Finding Value in Today's New Insulin - Episode 5

Formulary Decisions and Clinical Practice

Dennis P. Scanlon, PhD: The study design, as you’ve mentioned, seems to be very important here, and it seems to me that in some cases, some of these studies were emphasizing the risks in addition to the benefits. So, in hypoglycemia, thinking about the SWITCH studies or cardiovascular safety with the DEVOTE studies, I know earlier, Dr Bloomgarden, you were talking about study design. Are there any broad points with respect to either of those particular studies, or generally, that you think are important as we think about how to evaluate what might be, in some cases, marginal differences?

Zachary Bloomgarden, MD: Well, a huge issue with cardiovascular safety studies is that the nature of such a study is that you must carry it out in people at very high risk of a cardiovascular event. And that means that you’re going to take one-tenth or one-twentieth of the population base, as it were (of people with diabetes), and study them, because they’re the ones who will have enough events. In a reasonable size trial of 5000 or 10,000 people, over 3 years or so, you’ll see a difference, or not see a difference, in events. But those people who have a 2%, 3% annual event rate are actually much more ill than the majority of people we treat with diabetes. And we look at people who develop diabetes and we say to ourselves, “This is a person who is going to have diabetes for the next 20 years. We want them to stay healthy for this very long period far beyond what any clinical trial could ever give us.” So, we’re extrapolating from various data sets that aren’t quite real world but we do our best.

Dennis P. Scanlon, PhD: Dr Snow, at Aetna you work, I’m sure, with a number of pharmacy benefit managers, and have to make collective formulary decisions that, ultimately, coverage decisions are based on. Can you talk a little bit about that process? It’s a little bit of a market negotiation on the one hand, but you’re certainly weighing the scientific evidence, and ultimately are trying to navigate these new discoveries.

Kenneth Snow, MD, MBA: Number 1 is to look at the scientific evidence and what is shown to provide a benefit versus what is more questionable. And then, within that, to make sure that all our members have access to therapy that would be appropriate. But, as you say, once we get past that, there is a negotiation of limiting down the number of options for patients because that does lead to an improvement in cost, both for the member and of course for the payer (who in turn, passes any cost on to those who are paying for insurance, whether it’s a company or an individual). So, the goal is to keep the cost down but make sure that there is an adequate array of agents from a particular member.

Also, I just want to add in that there’s almost no situation where somebody actually has either a clear contraindication or a clear failure with a particular therapy. Let’s make it very simple. If they’re allergic to a particular agent, demonstrating that will allow them to move beyond. They’re not going to be held at that point, because it’s not on formulary. But it’s that initial choice of, if you have 3 agents that are all reasonable options and they’re all available, and there’s no reason to believe that you’re more or less likely to succeed with 1, then you should be directed to the 1 that’s going to be more cost-effective.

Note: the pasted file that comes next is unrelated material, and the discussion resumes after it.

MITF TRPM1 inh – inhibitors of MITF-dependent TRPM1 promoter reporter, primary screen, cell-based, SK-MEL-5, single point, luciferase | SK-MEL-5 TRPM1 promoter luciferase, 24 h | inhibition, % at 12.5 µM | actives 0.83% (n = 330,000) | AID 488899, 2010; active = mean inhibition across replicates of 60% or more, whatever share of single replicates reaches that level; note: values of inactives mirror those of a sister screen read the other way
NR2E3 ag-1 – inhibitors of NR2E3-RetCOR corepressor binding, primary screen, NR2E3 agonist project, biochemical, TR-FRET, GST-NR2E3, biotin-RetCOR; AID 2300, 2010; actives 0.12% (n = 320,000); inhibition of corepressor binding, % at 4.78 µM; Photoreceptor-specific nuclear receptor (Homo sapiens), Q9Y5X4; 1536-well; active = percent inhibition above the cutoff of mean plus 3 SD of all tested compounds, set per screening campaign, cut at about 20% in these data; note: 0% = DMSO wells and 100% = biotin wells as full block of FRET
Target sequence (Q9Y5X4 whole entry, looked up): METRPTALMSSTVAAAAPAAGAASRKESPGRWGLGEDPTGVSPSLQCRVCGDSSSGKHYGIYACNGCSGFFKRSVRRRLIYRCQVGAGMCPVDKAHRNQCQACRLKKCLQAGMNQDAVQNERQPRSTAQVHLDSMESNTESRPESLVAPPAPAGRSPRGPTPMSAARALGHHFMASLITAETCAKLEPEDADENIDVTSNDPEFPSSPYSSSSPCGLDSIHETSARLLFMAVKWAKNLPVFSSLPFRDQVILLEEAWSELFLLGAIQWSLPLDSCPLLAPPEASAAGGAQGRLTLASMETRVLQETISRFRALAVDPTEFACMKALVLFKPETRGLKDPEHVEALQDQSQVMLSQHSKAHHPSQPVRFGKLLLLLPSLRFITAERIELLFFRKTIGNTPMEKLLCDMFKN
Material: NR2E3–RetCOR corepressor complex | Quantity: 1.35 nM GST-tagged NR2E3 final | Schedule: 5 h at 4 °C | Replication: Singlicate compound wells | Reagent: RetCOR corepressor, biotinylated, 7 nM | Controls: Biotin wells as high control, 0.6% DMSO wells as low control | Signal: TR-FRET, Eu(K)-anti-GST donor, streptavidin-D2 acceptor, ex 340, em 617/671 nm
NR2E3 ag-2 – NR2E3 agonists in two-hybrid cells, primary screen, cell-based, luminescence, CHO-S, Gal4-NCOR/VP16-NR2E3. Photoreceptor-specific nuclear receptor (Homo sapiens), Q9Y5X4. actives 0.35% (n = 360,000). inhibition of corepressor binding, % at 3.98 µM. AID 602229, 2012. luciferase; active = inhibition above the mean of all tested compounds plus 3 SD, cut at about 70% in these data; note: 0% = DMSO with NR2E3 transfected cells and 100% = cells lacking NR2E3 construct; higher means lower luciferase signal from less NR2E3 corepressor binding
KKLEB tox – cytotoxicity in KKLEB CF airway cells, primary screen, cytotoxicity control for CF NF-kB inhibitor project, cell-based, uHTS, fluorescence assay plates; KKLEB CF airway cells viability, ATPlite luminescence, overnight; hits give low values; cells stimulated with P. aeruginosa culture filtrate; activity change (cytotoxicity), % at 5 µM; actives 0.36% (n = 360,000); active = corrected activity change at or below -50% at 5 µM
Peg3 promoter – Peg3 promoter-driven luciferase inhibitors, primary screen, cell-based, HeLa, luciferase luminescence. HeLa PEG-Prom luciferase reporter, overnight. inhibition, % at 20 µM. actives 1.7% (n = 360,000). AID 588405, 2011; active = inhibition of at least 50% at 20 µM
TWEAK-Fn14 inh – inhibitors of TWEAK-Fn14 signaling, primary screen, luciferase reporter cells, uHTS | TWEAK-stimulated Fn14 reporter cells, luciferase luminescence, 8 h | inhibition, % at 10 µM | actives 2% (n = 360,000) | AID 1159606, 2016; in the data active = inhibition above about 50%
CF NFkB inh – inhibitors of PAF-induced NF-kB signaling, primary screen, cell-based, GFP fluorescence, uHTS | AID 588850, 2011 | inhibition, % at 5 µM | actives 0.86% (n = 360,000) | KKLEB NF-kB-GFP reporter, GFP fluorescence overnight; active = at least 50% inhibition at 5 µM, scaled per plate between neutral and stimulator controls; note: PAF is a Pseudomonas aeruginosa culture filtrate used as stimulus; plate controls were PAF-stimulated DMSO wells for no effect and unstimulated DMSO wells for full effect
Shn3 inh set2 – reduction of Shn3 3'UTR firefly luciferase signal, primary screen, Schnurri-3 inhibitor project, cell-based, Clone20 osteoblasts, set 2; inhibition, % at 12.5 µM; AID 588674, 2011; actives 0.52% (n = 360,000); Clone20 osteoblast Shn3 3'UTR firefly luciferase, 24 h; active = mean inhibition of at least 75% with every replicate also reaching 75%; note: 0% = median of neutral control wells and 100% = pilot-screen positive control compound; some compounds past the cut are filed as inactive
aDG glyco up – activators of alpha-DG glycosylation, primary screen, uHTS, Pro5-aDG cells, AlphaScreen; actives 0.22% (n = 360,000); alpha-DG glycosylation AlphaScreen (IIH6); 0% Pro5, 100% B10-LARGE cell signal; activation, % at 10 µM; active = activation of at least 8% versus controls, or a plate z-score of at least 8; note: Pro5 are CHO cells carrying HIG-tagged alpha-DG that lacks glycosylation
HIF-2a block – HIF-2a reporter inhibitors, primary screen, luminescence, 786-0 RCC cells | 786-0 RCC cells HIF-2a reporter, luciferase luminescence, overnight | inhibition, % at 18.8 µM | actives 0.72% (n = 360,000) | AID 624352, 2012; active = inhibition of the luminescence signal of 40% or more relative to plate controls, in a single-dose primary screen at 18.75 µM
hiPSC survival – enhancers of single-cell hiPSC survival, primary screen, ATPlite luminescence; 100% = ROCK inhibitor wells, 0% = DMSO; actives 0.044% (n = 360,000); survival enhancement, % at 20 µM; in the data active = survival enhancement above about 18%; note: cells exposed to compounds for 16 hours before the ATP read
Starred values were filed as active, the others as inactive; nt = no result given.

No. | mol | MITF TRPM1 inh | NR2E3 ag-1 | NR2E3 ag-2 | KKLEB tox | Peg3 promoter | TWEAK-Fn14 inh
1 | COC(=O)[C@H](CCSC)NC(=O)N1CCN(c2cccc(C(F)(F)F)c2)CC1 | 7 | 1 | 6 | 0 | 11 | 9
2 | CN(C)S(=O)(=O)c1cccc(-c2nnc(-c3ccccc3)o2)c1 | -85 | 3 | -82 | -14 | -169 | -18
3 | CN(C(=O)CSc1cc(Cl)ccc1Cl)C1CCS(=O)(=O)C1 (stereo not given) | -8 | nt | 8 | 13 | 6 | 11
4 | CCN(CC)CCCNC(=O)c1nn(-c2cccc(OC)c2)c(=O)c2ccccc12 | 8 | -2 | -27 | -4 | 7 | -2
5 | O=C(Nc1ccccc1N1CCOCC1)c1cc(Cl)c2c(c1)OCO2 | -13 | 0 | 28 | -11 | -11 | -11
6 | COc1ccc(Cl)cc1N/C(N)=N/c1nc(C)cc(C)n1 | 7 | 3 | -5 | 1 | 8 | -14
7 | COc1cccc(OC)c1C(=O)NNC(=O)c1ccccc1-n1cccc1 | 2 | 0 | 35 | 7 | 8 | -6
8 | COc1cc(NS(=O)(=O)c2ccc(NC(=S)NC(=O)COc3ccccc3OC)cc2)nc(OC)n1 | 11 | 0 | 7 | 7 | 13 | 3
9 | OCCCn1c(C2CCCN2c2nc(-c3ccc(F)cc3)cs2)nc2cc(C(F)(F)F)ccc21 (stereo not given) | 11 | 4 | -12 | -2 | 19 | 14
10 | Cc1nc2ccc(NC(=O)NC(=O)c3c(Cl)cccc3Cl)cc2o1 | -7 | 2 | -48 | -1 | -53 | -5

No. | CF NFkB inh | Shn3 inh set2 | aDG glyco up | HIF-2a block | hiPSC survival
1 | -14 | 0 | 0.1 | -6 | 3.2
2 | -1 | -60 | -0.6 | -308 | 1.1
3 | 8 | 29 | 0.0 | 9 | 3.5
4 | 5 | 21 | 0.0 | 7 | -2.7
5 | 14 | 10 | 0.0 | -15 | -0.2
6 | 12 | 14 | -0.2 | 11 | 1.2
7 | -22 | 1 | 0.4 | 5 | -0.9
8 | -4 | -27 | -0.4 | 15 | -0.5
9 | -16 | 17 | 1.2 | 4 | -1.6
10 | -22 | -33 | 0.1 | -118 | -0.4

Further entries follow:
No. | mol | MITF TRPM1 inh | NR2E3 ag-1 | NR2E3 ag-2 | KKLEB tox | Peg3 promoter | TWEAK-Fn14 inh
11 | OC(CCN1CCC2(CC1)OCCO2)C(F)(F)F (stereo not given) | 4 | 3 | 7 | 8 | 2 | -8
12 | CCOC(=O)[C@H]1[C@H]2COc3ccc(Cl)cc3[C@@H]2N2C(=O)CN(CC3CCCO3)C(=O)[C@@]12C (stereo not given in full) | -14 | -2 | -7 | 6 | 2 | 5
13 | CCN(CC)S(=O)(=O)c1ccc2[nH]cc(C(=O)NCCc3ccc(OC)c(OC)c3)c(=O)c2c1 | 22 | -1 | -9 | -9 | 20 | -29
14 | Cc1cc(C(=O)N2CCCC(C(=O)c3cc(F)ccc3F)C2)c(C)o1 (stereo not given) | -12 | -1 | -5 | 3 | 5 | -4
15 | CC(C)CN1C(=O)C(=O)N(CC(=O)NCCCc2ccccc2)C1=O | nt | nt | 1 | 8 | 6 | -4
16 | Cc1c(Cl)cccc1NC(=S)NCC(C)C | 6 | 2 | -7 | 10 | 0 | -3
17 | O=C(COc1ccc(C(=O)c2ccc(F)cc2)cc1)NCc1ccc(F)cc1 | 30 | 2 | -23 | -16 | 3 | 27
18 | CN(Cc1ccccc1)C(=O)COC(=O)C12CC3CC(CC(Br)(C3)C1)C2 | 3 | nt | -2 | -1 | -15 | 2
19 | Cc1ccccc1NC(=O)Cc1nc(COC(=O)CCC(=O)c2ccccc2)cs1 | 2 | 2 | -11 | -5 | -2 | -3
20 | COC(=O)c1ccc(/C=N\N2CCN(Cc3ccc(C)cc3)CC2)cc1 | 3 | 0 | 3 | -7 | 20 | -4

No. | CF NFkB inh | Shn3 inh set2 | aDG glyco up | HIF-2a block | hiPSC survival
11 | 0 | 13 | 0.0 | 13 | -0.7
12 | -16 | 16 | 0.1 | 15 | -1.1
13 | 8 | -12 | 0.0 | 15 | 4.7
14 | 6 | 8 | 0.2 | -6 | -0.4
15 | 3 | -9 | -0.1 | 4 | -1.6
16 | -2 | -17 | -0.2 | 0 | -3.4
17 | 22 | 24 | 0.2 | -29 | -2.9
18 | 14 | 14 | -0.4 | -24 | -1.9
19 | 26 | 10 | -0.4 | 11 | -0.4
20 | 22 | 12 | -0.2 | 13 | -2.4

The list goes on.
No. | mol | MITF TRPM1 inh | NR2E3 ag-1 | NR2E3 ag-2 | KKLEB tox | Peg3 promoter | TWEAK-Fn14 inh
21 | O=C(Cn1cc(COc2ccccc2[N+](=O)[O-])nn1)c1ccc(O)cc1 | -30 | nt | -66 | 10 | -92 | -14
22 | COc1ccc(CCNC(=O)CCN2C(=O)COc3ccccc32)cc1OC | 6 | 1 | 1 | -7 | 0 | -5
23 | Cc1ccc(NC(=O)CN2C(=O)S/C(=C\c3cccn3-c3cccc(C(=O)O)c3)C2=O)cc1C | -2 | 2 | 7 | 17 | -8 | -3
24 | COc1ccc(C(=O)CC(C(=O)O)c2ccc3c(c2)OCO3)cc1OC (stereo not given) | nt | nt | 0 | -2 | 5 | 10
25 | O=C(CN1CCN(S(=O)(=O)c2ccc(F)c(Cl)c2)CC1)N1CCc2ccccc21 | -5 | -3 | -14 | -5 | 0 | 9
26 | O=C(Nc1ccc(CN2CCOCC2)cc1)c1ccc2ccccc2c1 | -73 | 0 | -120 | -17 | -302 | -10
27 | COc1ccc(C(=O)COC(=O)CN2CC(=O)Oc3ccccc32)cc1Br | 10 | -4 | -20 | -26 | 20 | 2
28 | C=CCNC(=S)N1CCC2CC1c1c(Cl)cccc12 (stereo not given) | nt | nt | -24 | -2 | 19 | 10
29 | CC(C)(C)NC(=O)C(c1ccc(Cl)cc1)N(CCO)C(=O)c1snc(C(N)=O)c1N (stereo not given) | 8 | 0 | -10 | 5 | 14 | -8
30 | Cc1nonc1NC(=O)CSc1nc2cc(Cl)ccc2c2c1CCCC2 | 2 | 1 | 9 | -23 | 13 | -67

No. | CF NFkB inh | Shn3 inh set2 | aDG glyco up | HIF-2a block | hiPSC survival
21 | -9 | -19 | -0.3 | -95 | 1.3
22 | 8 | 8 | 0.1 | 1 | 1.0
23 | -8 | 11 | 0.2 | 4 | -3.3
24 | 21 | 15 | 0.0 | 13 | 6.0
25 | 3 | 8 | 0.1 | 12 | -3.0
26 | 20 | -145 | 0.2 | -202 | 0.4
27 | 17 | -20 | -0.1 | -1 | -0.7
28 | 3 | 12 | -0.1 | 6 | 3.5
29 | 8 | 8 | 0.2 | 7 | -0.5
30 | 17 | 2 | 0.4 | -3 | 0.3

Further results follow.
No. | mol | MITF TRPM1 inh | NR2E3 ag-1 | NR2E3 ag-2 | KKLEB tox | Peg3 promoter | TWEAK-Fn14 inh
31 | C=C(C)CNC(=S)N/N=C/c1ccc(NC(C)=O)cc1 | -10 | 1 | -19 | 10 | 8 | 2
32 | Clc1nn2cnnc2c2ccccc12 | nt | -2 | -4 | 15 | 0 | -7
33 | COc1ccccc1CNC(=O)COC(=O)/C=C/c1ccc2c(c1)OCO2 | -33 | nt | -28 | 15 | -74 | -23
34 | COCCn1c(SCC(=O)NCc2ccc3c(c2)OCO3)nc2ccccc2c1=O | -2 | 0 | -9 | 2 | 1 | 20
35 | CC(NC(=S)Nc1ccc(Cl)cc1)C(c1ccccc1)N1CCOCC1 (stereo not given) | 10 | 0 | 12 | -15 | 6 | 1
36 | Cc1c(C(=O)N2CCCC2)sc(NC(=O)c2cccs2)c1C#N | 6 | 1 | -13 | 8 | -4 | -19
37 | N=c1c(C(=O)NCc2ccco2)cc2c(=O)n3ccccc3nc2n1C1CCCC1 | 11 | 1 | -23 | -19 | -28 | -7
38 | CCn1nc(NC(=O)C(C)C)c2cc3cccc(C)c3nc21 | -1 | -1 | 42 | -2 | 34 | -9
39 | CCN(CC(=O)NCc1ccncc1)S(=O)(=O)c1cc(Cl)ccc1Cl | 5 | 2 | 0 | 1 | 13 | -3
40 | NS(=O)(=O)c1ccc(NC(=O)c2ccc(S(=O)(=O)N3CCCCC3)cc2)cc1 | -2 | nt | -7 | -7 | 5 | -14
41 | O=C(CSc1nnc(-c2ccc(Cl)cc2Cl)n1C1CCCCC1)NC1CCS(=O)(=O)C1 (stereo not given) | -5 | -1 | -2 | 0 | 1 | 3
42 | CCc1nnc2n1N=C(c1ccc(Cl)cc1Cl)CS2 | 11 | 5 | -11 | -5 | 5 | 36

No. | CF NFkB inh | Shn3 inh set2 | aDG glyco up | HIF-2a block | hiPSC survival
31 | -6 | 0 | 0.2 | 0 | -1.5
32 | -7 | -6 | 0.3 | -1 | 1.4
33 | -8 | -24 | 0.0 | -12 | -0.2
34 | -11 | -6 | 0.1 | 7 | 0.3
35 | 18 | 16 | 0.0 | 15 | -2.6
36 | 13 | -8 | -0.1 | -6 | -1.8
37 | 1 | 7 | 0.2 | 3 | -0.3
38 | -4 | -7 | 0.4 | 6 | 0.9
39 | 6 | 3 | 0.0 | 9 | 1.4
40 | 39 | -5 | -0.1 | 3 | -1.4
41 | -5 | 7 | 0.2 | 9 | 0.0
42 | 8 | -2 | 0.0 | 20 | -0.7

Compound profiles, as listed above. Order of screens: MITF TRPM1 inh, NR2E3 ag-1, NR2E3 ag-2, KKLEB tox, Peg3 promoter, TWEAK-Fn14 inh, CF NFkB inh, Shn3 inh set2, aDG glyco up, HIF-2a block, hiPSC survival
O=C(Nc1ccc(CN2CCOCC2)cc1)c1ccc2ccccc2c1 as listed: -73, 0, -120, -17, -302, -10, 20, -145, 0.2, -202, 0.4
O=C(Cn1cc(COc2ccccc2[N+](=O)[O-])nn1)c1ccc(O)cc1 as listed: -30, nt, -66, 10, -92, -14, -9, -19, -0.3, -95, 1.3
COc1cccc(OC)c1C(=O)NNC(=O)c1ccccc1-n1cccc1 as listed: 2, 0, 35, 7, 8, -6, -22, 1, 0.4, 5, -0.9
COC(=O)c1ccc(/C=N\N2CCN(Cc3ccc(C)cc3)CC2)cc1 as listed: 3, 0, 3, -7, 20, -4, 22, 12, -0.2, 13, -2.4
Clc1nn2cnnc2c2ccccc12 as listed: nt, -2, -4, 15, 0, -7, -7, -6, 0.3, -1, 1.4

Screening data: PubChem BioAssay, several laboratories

Zachary Bloomgarden, MD: I would comment, as a practicing clinician, that I wish I had a better way of knowing in advance what option is “the one,” or which 2 or 3 options are “the ones,” which are approved by that particular person’s plan within the overall umbrella of Aetna (or what have you). It’s so hard for us working in the trenches to actually know.

Kenneth Snow, MD, MBA: There’s no doubt that it is difficult, and I look at this from one payer’s perspective but, putting back on my clinician hat for a little bit, I remember the days of multiple. And so, it’s hard enough for me to keep track of what we cover as 1 payer, let alone what the industry does. I absolutely agree with you that it is a challenge and it is, in a way, unfair that there’s not an easier way to do that. This data, for the most part, is publicly available, and it should be the type of information that can be compounded by a particular search engine where it would put it in a format for the busy clinician.

Dennis P. Scanlon, PhD: Put it in an electronic health record.

Robert Gabbay, MD, PhD, FACP: It sort of is in there, but they’re not terribly accurate. We use that and I’m sure many others do, I think, partly because it’s a fluid process.

Kenneth Snow, MD, MBA: It’s a very fluid process, and so it changes. It can change every year or have small nuanced changes. And even within that, there are different levels of pharmacy benefits that a member may have. They may have insurance with whichever provider, whether it’s us or one of our competitors, They may have insurance through that company. And I was talking to Dr Gabbay about this earlier. You could have 5 patients in a row with the same insurance, and yet, they have 5 different drug plans. And so, even though you know their insurance, you still don’t know what their benefit options are. It is something that computers should be aiding the busy clinician with.

Robert Gabbay, MD, PhD, FACP: Somebody should invent that, you’re right. It’s a solvable problem and it’s mindboggling that it hasn’t happened.

Zachary Bloomgarden, MD: Patients worry so much when they’re changed from one agent to another, even if we truly think they’re the same. So, insulin lispro and insulin aspart, Humalog and NovoLog—almost all endocrinologists are willing to use either at any given time. But, for an individual who’s received one for several years, and then there’s a cost benefit for the company, it’s really quite a dilemma for that patient.